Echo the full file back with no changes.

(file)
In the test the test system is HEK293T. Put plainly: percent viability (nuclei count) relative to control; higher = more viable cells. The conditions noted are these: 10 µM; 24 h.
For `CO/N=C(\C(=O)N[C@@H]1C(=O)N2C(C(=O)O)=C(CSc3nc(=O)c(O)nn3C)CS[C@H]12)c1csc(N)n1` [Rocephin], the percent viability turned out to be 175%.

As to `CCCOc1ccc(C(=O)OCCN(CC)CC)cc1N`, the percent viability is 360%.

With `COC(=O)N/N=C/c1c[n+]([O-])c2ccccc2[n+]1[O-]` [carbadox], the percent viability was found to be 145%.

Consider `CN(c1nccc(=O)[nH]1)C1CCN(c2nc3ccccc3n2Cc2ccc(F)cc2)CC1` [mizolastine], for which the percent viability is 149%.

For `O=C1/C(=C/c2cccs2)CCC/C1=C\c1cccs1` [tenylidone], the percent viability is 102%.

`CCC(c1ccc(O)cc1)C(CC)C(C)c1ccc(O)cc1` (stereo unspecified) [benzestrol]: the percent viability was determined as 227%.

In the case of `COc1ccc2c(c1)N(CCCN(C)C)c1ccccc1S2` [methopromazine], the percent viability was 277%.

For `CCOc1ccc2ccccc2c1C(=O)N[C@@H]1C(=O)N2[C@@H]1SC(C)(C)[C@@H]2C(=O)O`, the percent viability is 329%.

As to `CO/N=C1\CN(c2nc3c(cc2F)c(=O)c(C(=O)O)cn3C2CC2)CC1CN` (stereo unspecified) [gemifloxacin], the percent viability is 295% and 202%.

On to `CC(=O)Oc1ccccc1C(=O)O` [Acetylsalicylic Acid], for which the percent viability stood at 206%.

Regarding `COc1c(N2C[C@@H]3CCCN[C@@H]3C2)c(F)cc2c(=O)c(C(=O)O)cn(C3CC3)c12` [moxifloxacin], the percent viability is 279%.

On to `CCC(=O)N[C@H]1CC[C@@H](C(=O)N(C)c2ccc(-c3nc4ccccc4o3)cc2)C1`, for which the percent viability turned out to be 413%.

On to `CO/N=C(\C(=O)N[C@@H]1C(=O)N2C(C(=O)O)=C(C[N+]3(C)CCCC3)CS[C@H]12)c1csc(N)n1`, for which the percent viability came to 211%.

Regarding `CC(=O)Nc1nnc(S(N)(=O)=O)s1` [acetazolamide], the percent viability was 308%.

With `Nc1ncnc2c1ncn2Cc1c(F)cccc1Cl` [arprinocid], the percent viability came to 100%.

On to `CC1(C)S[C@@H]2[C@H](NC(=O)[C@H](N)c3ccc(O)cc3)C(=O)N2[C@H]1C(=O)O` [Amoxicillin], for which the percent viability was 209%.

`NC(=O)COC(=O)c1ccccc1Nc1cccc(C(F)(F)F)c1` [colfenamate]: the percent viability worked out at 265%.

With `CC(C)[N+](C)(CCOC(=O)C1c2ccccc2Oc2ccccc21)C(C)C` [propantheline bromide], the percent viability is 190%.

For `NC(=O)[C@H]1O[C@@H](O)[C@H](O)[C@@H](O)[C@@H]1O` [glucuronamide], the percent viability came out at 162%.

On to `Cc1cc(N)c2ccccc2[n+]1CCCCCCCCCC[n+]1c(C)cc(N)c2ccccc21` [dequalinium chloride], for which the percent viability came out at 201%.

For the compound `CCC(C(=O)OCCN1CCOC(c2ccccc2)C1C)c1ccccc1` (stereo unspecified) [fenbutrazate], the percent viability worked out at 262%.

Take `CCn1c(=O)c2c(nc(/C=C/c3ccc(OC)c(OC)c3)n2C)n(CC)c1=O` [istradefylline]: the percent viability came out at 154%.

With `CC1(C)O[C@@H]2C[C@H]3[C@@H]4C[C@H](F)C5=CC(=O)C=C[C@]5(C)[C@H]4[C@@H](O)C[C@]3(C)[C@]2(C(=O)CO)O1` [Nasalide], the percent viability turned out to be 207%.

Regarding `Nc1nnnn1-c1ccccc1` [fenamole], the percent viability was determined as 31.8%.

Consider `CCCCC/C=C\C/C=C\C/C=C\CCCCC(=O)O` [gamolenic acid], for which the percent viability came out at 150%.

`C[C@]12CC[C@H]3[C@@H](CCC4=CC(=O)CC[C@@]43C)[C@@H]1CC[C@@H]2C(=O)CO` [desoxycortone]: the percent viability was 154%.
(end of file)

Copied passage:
In the test the test system is HEK293T. Put plainly: percent viability (nuclei count) relative to control; higher = more viable cells. The conditions noted are these: 10 µM; 24 h.
For `CO/N=C(\C(=O)N[C@@H]1C(=O)N2C(C(=O)O)=C(CSc3nc(=O)c(O)nn3C)CS[C@H]12)c1csc(N)n1` [Rocephin], the percent viability turned out to be 175%.

As to `CCCOc1ccc(C(=O)OCCN(CC)CC)cc1N`, the percent viability is 360%.

With `COC(=O)N/N=C/c1c[n+]([O-])c2ccccc2[n+]1[O-]` [carbadox], the percent viability was found to be 145%.

Consider `CN(c1nccc(=O)[nH]1)C1CCN(c2nc3ccccc3n2Cc2ccc(F)cc2)CC1` [mizolastine], for which the percent viability is 149%.

For `O=C1/C(=C/c2cccs2)CCC/C1=C\c1cccs1` [tenylidone], the percent viability is 102%.

`CCC(c1ccc(O)cc1)C(CC)C(C)c1ccc(O)cc1` (stereo unspecified) [benzestrol]: the percent viability was determined as 227%.

In the case of `COc1ccc2c(c1)N(CCCN(C)C)c1ccccc1S2` [methopromazine], the percent viability was 277%.

For `CCOc1ccc2ccccc2c1C(=O)N[C@@H]1C(=O)N2[C@@H]1SC(C)(C)[C@@H]2C(=O)O`, the percent viability is 329%.

As to `CO/N=C1\CN(c2nc3c(cc2F)c(=O)c(C(=O)O)cn3C2CC2)CC1CN` (stereo unspecified) [gemifloxacin], the percent viability is 295% and 202%.

On to `CC(=O)Oc1ccccc1C(=O)O` [Acetylsalicylic Acid], for which the percent viability stood at 206%.

Regarding `COc1c(N2C[C@@H]3CCCN[C@@H]3C2)c(F)cc2c(=O)c(C(=O)O)cn(C3CC3)c12` [moxifloxacin], the percent viability is 279%.

On to `CCC(=O)N[C@H]1CC[C@@H](C(=O)N(C)c2ccc(-c3nc4ccccc4o3)cc2)C1`, for which the percent viability turned out to be 413%.

On to `CO/N=C(\C(=O)N[C@@H]1C(=O)N2C(C(=O)O)=C(C[N+]3(C)CCCC3)CS[C@H]12)c1csc(N)n1`, for which the percent viability came to 211%.

Regarding `CC(=O)Nc1nnc(S(N)(=O)=O)s1` [acetazolamide], the percent viability was 308%.

With `Nc1ncnc2c1ncn2Cc1c(F)cccc1Cl` [arprinocid], the percent viability came to 100%.

On to `CC1(C)S[C@@H]2[C@H](NC(=O)[C@H](N)c3ccc(O)cc3)C(=O)N2[C@H]1C(=O)O` [Amoxicillin], for which the percent viability was 209%.

`NC(=O)COC(=O)c1ccccc1Nc1cccc(C(F)(F)F)c1` [colfenamate]: the percent viability worked out at 265%.

With `CC(C)[N+](C)(CCOC(=O)C1c2ccccc2Oc2ccccc21)C(C)C` [propantheline bromide], the percent viability is 190%.

For `NC(=O)[C@H]1O[C@@H](O)[C@H](O)[C@@H](O)[C@@H]1O` [glucuronamide], the percent viability came out at 162%.

On to `Cc1cc(N)c2ccccc2[n+]1CCCCCCCCCC[n+]1c(C)cc(N)c2ccccc21` [dequalinium chloride], for which the percent viability came out at 201%.

For the compound `CCC(C(=O)OCCN1CCOC(c2ccccc2)C1C)c1ccccc1` (stereo unspecified) [fenbutrazate], the percent viability worked out at 262%.

Take `CCn1c(=O)c2c(nc(/C=C/c3ccc(OC)c(OC)c3)n2C)n(CC)c1=O` [istradefylline]: the percent viability came out at 154%.

With `CC1(C)O[C@@H]2C[C@H]3[C@@H]4C[C@H](F)C5=CC(=O)C=C[C@]5(C)[C@H]4[C@@H](O)C[C@]3(C)[C@]2(C(=O)CO)O1` [Nasalide], the percent viability turned out to be 207%.

Regarding `Nc1nnnn1-c1ccccc1` [fenamole], the percent viability was determined as 31.8%.

Consider `CCCCC/C=C\C/C=C\C/C=C\CCCCC(=O)O` [gamolenic acid], for which the percent viability came out at 150%.

`C[C@]12CC[C@H]3[C@@H](CCC4=CC(=O)CC[C@@]43C)[C@@H]1CC[C@@H]2C(=O)CO` [desoxycortone]: the percent viability was 154%.